Most books written on attraction are created by "Ph Ds" - meaning big brains, but little success in their own in getting a high quality woman into their lives.
Besides, most all of them only talk about how to handle a relationship after you've already found a woman - NOT how to get a girlfriend and get her hot for you - and ONLY you.
Every guy in the group was envious of me, and my friend Jeff even said something like "Yeah, I decided to pass on her and let you have a shot..." Yeah, right.
If you're not comfortable putting your picture up online, avoid overselling your appearance with dubious claims like "Sharon Stone look-alike." I started my magazine personal with: "Curvy, almond-eyed writer, fit (good shoulders)...." My husband says he was attracted to the soft sell of the description and the quirky confidence of the assertion.
Instead of saying you're funny or well educated or caring, demonstrate that.
Twelve years ago, I took a chance and wrote a personal ad.
My finished product reflected my attitude at the time—a combination of "you have to play to win" and "hey, why not?
I am a recovering nice guy who realized that modern culture has it backwards.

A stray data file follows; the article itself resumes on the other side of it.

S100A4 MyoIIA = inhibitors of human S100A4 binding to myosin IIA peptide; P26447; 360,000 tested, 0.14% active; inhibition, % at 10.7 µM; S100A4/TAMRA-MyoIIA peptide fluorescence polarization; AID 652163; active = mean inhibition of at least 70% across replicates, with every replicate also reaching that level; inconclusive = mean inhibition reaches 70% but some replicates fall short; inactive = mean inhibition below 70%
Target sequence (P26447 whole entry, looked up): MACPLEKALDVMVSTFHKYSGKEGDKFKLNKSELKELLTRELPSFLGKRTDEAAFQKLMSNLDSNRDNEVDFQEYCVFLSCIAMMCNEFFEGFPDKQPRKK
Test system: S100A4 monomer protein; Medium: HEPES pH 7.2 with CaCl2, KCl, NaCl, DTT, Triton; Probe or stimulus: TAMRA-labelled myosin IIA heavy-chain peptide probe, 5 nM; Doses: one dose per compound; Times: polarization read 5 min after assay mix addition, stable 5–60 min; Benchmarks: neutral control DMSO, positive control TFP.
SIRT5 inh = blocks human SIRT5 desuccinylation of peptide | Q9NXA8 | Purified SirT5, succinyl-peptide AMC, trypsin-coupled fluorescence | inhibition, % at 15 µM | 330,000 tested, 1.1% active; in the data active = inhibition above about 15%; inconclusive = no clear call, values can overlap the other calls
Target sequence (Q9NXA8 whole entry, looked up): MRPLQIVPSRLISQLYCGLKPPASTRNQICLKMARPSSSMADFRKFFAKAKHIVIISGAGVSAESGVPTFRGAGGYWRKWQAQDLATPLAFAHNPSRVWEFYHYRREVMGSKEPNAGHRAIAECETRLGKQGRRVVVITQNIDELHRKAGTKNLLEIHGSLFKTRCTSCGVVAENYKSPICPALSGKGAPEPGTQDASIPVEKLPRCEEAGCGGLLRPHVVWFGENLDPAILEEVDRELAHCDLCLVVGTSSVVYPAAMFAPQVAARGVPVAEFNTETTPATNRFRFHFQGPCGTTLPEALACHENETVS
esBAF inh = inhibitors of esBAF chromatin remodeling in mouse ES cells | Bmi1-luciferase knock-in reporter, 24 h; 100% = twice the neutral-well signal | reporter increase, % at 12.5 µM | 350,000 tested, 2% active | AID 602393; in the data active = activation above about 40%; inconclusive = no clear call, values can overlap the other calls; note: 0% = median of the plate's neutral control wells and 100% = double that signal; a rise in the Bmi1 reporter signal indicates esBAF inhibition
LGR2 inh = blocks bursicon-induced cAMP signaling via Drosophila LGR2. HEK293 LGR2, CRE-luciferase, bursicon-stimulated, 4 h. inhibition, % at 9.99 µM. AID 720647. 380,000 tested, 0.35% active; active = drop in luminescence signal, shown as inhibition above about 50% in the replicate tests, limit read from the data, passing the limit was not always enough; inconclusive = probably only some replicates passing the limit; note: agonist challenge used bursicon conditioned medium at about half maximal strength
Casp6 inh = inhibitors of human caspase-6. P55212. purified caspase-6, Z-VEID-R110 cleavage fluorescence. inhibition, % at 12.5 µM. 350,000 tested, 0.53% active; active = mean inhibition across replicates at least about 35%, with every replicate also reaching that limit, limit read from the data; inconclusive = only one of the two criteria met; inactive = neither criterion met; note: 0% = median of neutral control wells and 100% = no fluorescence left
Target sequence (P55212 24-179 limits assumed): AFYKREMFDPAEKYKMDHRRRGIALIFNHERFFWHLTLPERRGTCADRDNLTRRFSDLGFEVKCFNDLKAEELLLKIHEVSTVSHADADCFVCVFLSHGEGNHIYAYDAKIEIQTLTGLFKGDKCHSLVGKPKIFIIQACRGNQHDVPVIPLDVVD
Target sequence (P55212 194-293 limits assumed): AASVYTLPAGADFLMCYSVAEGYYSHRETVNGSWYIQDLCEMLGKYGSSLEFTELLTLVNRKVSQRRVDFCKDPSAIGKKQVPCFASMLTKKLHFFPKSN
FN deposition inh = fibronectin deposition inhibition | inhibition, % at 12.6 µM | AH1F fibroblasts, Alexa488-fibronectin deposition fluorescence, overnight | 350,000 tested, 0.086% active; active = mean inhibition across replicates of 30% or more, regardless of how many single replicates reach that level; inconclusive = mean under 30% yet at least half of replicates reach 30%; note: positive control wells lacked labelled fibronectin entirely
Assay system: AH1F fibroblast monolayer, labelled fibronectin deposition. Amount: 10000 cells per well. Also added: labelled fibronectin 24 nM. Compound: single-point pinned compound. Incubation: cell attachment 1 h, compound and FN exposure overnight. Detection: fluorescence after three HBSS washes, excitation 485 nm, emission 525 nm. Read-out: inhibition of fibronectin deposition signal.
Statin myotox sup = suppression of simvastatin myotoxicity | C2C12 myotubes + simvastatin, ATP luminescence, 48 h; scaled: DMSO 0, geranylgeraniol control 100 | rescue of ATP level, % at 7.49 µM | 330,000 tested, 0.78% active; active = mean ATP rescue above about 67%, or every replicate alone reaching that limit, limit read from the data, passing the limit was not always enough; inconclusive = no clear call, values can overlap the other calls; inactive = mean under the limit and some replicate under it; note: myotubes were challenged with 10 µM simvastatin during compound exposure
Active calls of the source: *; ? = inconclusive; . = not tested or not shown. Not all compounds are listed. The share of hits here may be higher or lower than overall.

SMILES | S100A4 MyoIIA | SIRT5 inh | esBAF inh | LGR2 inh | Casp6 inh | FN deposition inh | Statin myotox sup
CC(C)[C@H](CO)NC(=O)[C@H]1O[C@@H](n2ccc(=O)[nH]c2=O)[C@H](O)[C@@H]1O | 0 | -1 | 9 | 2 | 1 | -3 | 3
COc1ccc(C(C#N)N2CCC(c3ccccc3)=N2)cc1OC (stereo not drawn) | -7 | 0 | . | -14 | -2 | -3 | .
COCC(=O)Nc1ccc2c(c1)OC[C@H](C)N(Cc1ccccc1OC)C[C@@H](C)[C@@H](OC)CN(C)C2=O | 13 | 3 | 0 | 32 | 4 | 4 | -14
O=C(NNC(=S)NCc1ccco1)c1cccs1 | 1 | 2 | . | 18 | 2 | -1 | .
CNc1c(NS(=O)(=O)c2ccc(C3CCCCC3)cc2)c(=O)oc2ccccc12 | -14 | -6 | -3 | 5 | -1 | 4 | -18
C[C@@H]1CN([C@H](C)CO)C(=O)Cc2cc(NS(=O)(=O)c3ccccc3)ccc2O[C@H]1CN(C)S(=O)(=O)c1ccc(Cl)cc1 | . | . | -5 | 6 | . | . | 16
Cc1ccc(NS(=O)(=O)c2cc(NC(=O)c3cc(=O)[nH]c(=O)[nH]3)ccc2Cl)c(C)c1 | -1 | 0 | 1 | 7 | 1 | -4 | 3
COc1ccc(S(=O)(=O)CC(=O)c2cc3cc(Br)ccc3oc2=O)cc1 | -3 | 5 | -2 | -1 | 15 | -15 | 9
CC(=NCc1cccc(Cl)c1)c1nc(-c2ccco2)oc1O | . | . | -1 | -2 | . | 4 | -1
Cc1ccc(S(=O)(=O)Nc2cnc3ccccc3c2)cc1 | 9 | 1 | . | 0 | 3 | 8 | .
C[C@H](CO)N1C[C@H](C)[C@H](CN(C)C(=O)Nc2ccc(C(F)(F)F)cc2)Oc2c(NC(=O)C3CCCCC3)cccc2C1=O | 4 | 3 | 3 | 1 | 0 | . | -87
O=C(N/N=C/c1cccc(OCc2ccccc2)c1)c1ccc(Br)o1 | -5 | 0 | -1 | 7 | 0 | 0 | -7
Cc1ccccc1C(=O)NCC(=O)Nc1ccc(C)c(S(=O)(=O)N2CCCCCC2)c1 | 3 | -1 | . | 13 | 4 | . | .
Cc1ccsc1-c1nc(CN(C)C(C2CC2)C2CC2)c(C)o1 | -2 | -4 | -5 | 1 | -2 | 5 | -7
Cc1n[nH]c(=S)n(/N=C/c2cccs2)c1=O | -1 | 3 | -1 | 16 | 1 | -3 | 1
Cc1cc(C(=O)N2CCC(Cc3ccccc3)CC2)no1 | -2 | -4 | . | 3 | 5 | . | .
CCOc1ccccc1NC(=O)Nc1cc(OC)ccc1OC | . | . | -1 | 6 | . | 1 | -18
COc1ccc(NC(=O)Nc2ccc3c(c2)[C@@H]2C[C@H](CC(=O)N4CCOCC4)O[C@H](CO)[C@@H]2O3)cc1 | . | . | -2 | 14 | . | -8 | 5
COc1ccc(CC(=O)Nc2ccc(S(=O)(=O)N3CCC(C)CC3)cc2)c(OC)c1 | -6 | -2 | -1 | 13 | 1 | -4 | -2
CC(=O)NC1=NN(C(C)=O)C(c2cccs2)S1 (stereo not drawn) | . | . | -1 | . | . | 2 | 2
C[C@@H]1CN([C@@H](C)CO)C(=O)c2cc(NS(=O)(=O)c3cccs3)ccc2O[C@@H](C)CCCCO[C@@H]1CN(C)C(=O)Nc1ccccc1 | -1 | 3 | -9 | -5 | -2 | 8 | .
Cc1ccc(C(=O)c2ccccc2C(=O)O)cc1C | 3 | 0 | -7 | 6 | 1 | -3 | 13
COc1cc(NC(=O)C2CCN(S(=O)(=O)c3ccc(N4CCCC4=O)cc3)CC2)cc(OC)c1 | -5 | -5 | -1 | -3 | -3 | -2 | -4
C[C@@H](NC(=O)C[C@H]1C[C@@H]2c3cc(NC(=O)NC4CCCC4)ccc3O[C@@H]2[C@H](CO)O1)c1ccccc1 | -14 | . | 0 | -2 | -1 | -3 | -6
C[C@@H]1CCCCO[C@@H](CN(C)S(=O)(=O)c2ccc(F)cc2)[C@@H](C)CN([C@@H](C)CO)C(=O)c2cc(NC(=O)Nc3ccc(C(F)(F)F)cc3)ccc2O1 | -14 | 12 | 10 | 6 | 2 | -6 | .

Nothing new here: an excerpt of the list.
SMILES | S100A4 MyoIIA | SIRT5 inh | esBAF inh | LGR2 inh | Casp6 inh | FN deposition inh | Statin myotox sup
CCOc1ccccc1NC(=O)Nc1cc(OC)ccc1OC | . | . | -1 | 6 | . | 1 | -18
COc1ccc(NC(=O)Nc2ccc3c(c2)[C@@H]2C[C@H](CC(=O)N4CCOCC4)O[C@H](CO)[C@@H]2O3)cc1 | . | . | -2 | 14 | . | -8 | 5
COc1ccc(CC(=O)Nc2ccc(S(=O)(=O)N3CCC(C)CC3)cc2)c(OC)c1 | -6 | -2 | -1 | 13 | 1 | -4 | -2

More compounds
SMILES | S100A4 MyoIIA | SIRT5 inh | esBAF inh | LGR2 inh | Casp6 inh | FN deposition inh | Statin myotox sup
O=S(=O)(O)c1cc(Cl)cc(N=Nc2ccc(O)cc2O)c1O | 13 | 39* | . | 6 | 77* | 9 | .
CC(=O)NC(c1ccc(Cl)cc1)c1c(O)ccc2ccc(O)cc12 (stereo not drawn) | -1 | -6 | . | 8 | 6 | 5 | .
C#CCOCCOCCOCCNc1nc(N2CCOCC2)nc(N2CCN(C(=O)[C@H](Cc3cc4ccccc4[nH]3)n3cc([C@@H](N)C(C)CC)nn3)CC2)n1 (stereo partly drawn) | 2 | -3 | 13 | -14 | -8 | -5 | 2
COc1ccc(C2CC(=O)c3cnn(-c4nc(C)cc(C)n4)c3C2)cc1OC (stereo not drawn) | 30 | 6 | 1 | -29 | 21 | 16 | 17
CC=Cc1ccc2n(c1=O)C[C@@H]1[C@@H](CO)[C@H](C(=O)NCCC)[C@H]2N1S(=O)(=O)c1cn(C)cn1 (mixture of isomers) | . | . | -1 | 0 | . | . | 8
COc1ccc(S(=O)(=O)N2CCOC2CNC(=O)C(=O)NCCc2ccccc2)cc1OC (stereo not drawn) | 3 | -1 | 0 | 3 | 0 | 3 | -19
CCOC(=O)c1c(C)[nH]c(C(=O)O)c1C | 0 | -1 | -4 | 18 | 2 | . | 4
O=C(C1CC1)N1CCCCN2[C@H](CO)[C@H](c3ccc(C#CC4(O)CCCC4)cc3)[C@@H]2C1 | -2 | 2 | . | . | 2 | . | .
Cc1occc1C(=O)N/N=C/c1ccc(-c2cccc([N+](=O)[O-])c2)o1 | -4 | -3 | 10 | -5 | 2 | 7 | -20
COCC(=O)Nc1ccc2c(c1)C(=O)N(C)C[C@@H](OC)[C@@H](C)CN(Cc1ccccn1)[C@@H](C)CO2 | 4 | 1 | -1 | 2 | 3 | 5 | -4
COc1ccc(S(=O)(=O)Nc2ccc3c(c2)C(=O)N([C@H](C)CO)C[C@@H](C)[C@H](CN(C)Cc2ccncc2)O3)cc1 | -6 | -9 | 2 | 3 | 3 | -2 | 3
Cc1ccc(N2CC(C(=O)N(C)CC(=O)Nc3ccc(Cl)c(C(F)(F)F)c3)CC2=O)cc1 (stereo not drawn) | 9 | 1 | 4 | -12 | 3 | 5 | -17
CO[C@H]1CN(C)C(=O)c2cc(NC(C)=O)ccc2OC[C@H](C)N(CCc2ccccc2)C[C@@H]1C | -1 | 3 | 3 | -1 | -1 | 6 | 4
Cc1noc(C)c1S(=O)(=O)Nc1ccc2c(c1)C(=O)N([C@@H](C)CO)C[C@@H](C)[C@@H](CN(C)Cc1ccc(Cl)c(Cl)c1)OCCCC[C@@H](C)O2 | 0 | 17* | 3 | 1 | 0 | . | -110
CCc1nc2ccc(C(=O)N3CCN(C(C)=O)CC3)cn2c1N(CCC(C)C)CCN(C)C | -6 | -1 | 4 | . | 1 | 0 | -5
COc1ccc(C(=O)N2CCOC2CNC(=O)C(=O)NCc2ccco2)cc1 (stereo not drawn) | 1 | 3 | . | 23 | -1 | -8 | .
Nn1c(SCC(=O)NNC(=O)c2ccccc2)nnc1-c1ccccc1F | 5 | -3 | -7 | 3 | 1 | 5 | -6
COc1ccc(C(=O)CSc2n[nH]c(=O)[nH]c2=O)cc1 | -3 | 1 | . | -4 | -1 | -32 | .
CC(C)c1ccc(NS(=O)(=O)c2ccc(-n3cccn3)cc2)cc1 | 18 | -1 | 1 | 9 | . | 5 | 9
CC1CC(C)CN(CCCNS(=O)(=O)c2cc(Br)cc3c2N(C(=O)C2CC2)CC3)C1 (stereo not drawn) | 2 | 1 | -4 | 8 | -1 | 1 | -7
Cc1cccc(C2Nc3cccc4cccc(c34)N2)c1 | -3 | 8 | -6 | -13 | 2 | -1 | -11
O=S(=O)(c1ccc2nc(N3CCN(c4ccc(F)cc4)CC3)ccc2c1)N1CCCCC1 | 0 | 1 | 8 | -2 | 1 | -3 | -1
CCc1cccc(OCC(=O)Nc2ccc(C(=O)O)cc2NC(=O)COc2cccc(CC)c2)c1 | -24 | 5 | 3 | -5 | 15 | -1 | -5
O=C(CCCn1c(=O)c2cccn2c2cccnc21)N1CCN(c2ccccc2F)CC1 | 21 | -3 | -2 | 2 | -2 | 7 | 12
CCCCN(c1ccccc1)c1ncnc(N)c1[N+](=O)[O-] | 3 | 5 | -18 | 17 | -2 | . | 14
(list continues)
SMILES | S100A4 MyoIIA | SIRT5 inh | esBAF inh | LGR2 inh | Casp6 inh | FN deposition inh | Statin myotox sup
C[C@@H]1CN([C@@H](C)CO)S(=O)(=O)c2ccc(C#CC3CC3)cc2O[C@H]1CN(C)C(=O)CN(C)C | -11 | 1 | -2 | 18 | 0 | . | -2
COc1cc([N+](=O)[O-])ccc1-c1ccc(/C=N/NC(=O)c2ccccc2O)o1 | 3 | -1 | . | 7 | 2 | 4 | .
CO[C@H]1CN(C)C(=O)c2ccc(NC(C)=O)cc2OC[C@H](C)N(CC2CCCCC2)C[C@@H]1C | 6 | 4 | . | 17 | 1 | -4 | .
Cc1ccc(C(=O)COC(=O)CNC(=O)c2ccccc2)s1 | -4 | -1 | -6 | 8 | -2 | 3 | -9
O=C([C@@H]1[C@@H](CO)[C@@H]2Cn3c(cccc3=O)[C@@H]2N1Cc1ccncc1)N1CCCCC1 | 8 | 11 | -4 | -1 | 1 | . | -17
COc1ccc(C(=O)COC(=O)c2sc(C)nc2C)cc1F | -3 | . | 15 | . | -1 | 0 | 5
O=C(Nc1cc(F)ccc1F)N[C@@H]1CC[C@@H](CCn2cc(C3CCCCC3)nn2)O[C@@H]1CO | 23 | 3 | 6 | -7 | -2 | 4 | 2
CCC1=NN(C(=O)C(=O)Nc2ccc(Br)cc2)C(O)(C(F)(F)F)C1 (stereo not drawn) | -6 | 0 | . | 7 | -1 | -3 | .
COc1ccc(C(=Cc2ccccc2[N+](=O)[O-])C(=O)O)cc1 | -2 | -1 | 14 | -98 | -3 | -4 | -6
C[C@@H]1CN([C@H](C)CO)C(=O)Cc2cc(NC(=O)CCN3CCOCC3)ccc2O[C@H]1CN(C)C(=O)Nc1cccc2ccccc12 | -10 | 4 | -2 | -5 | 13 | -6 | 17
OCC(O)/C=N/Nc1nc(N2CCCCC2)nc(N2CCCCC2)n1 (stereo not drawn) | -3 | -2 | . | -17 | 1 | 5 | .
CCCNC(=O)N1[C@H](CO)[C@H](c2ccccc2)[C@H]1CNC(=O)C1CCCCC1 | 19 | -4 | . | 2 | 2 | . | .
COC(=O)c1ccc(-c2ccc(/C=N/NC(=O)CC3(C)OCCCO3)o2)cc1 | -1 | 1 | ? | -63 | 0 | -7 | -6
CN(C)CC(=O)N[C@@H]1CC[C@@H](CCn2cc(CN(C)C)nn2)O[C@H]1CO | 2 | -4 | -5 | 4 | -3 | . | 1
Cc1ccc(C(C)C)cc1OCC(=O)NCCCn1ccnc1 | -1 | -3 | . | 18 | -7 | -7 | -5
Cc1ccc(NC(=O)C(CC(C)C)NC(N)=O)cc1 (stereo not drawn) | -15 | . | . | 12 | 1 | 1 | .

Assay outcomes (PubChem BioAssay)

Recognition means nothing - but getting REAL success with women does... Many years ago I accidentally stumbled into the world of "pickup artists" and dating tips for men.
Now the reality is that if I had to learn this stuff all over again, I wouldn't do it this way again.
Honestly, I can see why most guys avoid trying to "figure it all out." It's not intuitive.
Here's what I've learned about writing a good ad: 1.
Props that make you feel soulful, frisky, and fascinating help you make those claims for yourself in your ad. It might sound obvious, but be sure to post a terrific photo of yourself. More to the point: I wanted to attract a man who appreciated subtlety.
But I realized that I also had a knack for teaching, and I can explain these concepts to any guy out there quickly and easily.